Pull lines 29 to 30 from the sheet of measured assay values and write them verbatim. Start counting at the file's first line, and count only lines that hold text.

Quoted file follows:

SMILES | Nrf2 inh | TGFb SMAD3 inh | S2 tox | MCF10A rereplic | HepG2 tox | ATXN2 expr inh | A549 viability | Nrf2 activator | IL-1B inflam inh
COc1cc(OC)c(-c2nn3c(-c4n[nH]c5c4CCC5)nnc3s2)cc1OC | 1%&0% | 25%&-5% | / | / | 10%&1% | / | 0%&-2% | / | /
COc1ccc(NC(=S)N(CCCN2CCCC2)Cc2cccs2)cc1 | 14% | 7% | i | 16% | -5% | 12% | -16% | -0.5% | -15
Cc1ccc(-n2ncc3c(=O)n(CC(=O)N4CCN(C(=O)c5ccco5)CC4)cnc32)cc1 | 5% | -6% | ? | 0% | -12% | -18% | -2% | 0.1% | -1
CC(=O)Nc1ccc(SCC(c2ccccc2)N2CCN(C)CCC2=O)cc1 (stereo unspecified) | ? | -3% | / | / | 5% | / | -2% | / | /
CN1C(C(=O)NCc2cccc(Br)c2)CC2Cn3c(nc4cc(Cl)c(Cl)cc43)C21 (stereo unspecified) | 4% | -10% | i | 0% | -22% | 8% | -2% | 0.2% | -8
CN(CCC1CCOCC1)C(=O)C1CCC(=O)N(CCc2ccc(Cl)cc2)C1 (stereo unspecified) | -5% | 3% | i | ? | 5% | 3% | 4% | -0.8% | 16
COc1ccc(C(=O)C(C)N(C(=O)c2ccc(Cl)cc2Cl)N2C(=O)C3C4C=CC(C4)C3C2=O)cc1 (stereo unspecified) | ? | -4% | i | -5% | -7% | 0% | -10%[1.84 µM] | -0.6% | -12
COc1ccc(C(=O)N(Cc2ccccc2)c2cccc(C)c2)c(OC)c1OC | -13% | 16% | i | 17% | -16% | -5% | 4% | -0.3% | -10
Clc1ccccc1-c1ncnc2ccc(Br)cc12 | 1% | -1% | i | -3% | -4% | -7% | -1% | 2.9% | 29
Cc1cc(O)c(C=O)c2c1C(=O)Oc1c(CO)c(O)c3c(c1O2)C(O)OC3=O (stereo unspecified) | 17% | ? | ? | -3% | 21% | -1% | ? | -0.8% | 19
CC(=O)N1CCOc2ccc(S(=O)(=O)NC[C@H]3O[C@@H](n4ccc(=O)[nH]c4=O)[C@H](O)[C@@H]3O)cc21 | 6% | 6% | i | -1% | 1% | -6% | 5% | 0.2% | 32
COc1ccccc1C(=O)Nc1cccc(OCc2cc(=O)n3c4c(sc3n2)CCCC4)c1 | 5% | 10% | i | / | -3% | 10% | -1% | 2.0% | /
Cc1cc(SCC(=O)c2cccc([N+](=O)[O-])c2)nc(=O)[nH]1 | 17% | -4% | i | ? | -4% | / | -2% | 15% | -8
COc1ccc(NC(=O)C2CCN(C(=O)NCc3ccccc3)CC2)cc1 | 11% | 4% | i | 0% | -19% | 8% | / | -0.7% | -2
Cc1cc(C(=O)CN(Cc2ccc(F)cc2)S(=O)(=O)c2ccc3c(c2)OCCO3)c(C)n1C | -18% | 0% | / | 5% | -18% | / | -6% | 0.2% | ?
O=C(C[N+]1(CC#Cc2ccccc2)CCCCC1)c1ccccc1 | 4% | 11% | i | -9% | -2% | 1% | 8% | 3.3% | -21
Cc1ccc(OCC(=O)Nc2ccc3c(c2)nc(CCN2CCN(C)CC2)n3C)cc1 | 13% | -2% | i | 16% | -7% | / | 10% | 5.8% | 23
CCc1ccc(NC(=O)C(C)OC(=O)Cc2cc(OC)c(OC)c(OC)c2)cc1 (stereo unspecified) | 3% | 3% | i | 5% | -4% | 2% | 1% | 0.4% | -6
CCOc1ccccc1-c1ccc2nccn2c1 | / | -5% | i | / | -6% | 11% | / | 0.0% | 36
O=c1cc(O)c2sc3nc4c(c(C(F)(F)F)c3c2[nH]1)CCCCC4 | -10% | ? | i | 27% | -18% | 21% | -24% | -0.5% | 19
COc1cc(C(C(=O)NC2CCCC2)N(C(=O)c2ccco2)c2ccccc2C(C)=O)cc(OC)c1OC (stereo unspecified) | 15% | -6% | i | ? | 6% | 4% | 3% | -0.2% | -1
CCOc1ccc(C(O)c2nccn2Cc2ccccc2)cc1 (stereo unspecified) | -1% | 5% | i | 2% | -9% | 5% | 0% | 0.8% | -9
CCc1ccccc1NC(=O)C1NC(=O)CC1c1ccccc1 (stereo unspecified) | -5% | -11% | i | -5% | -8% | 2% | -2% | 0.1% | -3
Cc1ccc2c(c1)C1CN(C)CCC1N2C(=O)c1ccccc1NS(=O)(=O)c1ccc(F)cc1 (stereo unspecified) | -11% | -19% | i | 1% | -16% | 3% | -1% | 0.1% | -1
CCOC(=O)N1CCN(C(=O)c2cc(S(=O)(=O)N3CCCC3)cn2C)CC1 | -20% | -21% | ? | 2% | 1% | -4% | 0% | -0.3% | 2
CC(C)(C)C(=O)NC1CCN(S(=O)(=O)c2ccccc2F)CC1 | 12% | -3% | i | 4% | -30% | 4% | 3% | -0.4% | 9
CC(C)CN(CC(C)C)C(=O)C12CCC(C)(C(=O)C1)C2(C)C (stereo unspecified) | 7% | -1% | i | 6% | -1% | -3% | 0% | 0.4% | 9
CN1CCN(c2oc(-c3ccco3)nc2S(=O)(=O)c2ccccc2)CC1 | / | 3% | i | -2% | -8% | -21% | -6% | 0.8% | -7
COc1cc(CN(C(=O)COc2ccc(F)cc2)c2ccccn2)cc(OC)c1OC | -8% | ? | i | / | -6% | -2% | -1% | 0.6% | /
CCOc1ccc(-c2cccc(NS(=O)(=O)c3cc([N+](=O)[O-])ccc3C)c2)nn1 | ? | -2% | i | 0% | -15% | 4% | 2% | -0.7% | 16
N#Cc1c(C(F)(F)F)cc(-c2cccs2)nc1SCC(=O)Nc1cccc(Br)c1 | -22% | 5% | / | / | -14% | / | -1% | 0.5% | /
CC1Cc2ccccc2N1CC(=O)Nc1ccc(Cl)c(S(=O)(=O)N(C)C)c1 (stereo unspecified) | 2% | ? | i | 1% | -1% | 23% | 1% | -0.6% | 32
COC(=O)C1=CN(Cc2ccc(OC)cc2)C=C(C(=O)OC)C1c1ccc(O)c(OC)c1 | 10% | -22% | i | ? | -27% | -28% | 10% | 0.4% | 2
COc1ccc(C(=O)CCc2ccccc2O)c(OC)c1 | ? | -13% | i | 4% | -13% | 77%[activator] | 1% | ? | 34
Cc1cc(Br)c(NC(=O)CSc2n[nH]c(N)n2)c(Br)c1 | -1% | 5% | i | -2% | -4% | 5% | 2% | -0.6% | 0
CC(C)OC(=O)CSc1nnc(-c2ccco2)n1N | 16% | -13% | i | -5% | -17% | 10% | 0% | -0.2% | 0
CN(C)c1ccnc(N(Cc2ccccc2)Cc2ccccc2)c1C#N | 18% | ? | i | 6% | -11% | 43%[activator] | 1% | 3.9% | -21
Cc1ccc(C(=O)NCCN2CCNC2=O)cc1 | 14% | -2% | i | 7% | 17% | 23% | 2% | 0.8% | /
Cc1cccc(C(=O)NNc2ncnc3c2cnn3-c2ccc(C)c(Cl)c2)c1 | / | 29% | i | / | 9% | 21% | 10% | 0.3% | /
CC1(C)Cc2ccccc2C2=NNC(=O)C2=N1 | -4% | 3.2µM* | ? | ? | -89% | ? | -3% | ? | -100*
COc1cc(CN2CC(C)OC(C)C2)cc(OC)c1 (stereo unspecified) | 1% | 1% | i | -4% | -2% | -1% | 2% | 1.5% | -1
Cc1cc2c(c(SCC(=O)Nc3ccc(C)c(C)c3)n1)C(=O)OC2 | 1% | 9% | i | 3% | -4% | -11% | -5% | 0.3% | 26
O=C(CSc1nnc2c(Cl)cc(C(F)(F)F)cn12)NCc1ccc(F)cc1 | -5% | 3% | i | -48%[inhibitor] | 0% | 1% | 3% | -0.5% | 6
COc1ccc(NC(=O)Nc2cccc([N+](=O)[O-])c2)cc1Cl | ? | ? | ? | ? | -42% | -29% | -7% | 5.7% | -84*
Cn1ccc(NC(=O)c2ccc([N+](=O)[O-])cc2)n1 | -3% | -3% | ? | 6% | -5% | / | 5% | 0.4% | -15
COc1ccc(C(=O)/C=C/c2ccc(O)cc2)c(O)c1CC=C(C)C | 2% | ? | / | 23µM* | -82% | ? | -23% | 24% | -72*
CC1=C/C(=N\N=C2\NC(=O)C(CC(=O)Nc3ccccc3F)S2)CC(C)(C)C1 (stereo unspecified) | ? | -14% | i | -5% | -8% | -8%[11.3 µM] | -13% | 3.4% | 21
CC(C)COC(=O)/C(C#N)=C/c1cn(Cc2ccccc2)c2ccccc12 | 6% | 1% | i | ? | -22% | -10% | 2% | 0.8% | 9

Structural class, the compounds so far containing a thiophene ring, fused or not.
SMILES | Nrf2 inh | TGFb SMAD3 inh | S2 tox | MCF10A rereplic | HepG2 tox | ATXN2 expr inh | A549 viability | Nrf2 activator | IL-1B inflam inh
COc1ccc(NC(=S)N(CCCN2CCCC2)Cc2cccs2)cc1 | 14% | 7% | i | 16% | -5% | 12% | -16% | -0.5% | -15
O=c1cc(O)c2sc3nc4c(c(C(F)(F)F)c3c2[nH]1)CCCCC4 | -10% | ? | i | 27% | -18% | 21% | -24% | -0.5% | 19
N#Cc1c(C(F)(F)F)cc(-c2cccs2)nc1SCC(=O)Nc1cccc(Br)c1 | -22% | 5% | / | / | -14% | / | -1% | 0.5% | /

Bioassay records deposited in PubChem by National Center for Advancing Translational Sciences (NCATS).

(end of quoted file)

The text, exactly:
CN1CCN(c2oc(-c3ccco3)nc2S(=O)(=O)c2ccccc2)CC1 | / | 3% | i | -2% | -8% | -21% | -6% | 0.8% | -7
COc1cc(CN(C(=O)COc2ccc(F)cc2)c2ccccn2)cc(OC)c1OC | -8% | ? | i | / | -6% | -2% | -1% | 0.6% | /